The SEN Coordinator (SENCo) Sarah Gatehouse

The SENCo will have responsibility for:

  • Liaison with parents and other professionals in respect of children with special educational needs.
  • Taking the lead in further assessments and planning support.
  • Advising and supporting other practitioners in the setting.
  • Ensuring that appropriate Targeted Plans are in place and that these are reviewed regularly.
  • Ensuring that relevant background information about individual children with SEN is collected, recorded and updated at Early Years Action, Early Years Action Plus and for those with a EHCP.

Graduated Response

If a child is not making the expected progress it may be necessary to use alternative approaches to learning. We operate a graduated response system where staff initially:

  • Bring the issue to the SENCo
  • Observe, monitor and share their findings with staff & parents
  • Allocated time to devise planned intervention and monitor.
  • Adapt working practices and the environment to suit the needs of the child.
  • Produce a targeted plan with achievable targets for the child.
  • Attend regular staff training to provide effective intervention.

A graduated response recognizes that there is a continuum of special educational needs and, where necessary and with parental permission, draws support from a range of specialists to support the child. These may include:

  • An initial visit from Area SENCo
  • Health Visitors
  • Referrals to outside agencies including speech therapists, paediatricians, educational psychologists etc.
  • Support from the Early Years Team/LEA support services for advice or equipment.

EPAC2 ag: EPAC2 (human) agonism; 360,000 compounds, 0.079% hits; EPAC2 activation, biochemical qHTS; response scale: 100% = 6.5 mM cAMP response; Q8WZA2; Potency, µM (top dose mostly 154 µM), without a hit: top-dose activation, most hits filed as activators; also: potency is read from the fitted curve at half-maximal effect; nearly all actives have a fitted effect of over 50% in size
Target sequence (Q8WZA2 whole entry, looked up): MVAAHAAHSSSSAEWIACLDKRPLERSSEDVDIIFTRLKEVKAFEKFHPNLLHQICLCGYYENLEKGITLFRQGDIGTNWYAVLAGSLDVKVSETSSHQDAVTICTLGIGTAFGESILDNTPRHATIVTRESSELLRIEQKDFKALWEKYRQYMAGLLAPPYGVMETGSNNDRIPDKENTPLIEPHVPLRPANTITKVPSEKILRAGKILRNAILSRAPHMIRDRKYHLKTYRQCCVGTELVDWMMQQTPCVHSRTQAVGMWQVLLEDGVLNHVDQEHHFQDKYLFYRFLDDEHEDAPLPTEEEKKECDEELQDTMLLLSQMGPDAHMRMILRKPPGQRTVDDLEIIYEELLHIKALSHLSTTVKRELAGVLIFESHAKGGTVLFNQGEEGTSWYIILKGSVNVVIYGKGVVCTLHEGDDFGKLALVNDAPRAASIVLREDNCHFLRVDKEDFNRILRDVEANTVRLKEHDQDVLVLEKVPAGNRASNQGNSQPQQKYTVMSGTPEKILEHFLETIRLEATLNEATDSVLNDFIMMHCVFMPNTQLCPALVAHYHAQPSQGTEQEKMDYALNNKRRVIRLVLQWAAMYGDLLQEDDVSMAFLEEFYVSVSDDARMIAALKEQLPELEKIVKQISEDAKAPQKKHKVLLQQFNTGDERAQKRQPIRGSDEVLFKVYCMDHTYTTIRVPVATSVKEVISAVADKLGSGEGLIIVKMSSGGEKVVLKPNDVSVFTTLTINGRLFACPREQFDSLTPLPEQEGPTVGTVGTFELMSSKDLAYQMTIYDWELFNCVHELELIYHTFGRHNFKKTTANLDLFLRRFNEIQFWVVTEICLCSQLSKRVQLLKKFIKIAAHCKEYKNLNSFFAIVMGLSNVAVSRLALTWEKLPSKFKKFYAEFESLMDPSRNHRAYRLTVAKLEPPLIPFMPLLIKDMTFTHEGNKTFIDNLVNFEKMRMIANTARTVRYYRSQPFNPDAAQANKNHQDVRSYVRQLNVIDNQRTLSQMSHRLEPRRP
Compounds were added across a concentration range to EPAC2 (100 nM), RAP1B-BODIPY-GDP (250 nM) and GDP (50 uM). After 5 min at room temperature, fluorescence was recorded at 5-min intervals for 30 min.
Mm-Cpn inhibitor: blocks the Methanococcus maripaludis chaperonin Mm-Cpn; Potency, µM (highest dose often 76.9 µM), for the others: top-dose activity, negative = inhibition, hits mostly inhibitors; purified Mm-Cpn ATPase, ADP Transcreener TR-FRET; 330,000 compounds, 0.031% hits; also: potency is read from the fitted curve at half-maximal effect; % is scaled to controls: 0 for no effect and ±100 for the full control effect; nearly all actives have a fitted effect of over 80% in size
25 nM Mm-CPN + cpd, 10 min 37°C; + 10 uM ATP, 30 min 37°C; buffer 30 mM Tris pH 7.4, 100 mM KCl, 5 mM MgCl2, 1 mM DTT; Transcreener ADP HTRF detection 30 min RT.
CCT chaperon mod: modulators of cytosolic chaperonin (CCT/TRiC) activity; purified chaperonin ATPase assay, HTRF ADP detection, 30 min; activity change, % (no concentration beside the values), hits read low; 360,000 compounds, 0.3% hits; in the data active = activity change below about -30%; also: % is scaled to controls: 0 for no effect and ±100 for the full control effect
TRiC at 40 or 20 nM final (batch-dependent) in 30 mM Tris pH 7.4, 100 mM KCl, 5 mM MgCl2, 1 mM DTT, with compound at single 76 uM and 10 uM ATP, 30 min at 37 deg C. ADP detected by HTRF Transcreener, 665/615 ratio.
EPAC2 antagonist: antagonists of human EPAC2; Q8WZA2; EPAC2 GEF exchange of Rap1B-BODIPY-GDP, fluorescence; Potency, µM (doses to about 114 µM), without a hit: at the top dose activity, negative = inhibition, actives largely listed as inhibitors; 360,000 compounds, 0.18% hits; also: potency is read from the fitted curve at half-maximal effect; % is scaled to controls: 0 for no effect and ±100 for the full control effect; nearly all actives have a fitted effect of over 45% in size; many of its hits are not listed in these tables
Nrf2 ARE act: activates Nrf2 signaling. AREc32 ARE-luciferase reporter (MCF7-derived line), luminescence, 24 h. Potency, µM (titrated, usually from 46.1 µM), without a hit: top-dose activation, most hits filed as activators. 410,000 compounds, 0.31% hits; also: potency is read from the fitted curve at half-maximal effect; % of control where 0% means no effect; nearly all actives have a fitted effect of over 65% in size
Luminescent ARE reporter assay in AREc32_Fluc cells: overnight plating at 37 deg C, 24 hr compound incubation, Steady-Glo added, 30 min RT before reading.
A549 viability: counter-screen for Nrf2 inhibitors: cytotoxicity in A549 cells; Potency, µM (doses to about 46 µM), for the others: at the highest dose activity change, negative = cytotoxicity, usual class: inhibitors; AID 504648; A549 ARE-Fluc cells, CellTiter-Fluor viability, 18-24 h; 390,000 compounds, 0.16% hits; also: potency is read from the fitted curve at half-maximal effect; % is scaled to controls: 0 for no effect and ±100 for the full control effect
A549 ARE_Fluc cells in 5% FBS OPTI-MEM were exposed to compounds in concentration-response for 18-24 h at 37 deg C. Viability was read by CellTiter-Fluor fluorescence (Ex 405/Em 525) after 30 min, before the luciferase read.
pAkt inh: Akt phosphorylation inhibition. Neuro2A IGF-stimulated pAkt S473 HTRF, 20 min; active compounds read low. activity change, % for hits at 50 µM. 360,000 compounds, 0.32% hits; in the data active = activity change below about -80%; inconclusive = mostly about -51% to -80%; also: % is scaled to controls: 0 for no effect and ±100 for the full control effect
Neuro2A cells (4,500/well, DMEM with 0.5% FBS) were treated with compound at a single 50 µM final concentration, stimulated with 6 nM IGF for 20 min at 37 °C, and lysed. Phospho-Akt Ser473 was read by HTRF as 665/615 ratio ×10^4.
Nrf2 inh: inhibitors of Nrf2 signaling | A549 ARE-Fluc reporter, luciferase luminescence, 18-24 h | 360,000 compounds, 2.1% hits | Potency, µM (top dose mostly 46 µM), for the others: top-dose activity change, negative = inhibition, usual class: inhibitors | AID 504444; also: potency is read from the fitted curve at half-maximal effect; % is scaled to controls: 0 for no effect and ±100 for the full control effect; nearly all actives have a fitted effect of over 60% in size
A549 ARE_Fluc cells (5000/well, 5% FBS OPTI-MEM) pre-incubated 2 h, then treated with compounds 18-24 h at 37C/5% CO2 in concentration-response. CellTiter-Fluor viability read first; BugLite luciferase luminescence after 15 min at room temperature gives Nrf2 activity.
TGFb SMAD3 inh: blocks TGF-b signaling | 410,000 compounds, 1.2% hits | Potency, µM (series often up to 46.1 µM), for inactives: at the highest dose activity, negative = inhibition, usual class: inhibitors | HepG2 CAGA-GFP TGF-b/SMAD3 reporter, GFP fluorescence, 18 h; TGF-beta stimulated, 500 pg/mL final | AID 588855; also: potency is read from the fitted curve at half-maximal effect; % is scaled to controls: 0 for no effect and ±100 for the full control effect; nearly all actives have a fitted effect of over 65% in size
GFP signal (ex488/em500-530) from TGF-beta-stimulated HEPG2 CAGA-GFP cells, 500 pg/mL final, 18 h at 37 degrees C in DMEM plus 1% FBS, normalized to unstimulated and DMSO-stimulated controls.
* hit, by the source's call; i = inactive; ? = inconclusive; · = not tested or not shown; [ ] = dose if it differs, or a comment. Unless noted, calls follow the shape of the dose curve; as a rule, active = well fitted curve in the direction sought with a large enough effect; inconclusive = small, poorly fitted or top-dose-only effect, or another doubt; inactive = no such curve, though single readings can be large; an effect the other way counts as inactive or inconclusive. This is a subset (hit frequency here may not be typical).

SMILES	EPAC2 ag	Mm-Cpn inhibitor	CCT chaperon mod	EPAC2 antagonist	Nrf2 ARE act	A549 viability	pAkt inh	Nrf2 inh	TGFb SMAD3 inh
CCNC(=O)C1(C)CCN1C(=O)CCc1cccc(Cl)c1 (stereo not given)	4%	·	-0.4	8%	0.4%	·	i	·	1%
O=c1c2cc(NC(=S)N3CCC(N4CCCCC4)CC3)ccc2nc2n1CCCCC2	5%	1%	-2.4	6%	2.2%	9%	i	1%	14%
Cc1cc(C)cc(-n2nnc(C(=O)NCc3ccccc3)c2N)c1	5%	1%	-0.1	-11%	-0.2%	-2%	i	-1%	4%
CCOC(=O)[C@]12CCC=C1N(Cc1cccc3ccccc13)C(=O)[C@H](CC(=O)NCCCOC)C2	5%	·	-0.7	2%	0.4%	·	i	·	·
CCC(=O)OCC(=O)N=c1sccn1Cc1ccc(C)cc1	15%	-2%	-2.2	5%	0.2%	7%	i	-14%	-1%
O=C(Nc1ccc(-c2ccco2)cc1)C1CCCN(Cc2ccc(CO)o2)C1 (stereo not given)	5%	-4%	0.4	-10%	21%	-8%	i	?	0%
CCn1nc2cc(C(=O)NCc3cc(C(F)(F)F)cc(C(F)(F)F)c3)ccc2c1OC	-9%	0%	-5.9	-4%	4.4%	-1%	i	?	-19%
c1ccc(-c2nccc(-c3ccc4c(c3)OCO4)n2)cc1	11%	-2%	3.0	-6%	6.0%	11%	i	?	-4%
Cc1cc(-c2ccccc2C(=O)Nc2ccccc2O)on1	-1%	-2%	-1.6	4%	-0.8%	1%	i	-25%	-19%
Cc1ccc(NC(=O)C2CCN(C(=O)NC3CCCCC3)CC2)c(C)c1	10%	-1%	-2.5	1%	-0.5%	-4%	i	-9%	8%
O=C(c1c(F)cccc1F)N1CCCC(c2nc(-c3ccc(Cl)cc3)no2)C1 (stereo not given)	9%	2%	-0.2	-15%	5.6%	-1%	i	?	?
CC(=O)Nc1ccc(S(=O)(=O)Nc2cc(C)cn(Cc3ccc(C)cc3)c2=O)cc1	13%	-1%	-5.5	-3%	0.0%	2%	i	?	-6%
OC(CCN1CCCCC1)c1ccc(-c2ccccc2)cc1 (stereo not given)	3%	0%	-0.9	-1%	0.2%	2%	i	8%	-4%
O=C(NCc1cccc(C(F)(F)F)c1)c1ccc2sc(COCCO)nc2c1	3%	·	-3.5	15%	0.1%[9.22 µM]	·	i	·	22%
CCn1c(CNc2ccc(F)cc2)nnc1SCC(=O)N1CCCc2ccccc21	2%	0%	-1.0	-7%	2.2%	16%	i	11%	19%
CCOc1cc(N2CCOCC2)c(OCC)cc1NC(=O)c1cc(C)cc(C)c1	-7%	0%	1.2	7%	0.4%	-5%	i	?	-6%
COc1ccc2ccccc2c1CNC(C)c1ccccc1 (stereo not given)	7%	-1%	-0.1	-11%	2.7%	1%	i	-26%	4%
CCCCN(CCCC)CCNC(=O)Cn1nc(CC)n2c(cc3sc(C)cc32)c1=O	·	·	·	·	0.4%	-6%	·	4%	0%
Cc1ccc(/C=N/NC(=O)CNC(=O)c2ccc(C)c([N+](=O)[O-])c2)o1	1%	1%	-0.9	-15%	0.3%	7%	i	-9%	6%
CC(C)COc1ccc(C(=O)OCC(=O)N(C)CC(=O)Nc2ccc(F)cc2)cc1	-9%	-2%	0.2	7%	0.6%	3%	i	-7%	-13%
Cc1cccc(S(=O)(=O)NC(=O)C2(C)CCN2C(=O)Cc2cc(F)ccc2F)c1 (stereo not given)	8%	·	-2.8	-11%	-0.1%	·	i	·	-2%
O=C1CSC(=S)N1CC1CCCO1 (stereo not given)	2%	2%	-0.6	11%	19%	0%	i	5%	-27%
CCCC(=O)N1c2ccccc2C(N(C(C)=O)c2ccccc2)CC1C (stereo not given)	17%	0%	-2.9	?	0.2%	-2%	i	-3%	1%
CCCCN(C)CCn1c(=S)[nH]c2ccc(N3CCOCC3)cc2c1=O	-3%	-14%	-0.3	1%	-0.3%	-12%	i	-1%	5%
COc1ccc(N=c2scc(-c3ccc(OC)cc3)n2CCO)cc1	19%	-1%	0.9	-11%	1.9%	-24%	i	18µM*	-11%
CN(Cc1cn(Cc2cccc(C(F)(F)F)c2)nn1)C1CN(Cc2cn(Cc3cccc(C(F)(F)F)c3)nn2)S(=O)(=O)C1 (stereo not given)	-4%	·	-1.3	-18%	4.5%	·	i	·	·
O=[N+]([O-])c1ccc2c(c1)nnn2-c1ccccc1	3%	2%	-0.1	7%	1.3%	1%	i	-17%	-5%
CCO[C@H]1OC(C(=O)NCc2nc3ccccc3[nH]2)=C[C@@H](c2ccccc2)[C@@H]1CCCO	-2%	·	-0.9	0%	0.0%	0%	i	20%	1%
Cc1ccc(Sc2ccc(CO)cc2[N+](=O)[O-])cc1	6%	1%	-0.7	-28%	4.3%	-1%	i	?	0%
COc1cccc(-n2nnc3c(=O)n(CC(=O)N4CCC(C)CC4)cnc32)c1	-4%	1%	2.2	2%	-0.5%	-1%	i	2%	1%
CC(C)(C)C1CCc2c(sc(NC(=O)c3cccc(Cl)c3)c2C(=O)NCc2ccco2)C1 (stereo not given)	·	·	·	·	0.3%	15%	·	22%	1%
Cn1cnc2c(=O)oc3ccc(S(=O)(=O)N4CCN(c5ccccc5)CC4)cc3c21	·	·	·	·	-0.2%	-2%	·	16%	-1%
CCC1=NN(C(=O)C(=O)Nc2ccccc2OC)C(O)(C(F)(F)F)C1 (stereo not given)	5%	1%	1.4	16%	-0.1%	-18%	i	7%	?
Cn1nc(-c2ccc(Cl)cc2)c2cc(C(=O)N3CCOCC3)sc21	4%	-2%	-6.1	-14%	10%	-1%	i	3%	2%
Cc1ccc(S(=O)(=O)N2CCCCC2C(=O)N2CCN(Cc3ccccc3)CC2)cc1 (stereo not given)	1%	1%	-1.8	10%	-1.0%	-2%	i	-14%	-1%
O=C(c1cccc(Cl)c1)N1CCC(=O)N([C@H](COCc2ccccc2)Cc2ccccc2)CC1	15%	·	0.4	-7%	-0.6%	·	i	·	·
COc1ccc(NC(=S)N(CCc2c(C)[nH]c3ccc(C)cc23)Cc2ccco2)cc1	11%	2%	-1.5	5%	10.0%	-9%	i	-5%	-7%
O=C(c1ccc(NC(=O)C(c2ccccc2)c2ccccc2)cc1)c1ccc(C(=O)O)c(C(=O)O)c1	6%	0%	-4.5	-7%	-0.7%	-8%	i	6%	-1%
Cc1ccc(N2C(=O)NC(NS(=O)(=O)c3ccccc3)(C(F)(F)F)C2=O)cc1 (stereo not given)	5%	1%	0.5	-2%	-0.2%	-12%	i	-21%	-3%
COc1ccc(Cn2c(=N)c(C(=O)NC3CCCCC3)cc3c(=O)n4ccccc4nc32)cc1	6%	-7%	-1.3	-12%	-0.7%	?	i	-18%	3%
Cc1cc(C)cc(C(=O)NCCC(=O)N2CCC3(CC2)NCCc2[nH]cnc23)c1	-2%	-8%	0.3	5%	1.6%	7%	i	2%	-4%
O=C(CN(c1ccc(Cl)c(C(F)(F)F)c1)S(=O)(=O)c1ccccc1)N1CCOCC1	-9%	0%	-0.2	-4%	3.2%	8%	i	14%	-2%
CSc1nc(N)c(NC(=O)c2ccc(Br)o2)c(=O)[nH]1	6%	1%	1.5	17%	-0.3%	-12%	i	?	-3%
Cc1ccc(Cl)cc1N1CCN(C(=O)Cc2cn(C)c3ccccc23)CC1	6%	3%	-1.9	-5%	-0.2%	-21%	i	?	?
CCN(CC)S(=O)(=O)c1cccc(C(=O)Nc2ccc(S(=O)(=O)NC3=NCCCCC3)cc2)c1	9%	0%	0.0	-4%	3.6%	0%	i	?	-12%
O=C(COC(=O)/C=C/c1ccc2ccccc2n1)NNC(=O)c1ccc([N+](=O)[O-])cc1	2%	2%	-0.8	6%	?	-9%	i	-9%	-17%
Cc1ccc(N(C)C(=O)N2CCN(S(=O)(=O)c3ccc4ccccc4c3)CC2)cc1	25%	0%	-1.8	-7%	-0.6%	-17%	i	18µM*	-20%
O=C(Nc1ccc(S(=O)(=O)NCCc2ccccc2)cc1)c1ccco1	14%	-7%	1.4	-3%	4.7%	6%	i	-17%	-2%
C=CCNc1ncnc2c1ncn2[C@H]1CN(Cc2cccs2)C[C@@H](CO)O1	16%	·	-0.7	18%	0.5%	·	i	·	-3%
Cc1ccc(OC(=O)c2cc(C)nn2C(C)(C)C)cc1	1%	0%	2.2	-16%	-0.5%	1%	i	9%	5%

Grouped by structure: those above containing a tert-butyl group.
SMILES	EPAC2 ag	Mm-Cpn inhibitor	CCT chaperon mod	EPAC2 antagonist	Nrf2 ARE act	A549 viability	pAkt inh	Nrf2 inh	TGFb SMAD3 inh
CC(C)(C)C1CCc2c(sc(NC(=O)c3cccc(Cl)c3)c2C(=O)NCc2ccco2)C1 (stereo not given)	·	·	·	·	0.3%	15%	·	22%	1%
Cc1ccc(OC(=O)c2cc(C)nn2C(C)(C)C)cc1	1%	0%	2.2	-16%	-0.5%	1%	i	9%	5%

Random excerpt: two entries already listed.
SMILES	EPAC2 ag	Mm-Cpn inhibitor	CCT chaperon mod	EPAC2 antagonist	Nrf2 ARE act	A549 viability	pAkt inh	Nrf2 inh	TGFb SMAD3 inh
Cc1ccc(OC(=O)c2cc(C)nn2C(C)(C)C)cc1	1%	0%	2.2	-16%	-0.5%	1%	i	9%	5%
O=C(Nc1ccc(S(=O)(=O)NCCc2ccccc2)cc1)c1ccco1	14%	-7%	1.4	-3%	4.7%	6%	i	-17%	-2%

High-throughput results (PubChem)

Discussion with Parents

If staff feel that there is still cause for concern after their initial observations parents will be invited in to discuss these. Parents will be invited to contribute their knowledge and understanding of their child and raise any concerns, they can contribute to targets if a Targeted Plan is produced and their permission will be sought if staff need to contact outside agencies.

Targeted Support

This is planning for the child which is additional to, or different from the standard provision and includes:

  • Short term strategies set for the child
  • Teaching strategies
  • The provision to put in place
  • When/how the plan is to be reviewed.
  • The outcome of the action taken.

The Targeted Support will be reviewed half termly with parents and, if appropriate, the child and outside agencies. Where it is deemed not applicable for the child to attend their views and needs should be taken into consideration.

Requests for an Education, Health and Care Needs Assessment

For a very few children the help given by the early education setting through SEN Support will not be sufficiently effective to enable the child to progress satisfactorily. It will then be necessary for the setting, in consultation with the parents and any external agencies already involved, to consider whether a statutory multi-disciplinary assessment may be appropriate. Where a request for an Education, Health and Care Needs Assessment is made to the LA, the child will have demonstrated significant cause for concern and the setting will have evidence gathered throughout the stages listed below:

Parents are kept informed at all stages of intervention. This partnership and the exchange of information with external agencies are particularly important in order that the needs of children with SEN are met effectively

Reviewed by The SENCO July 2016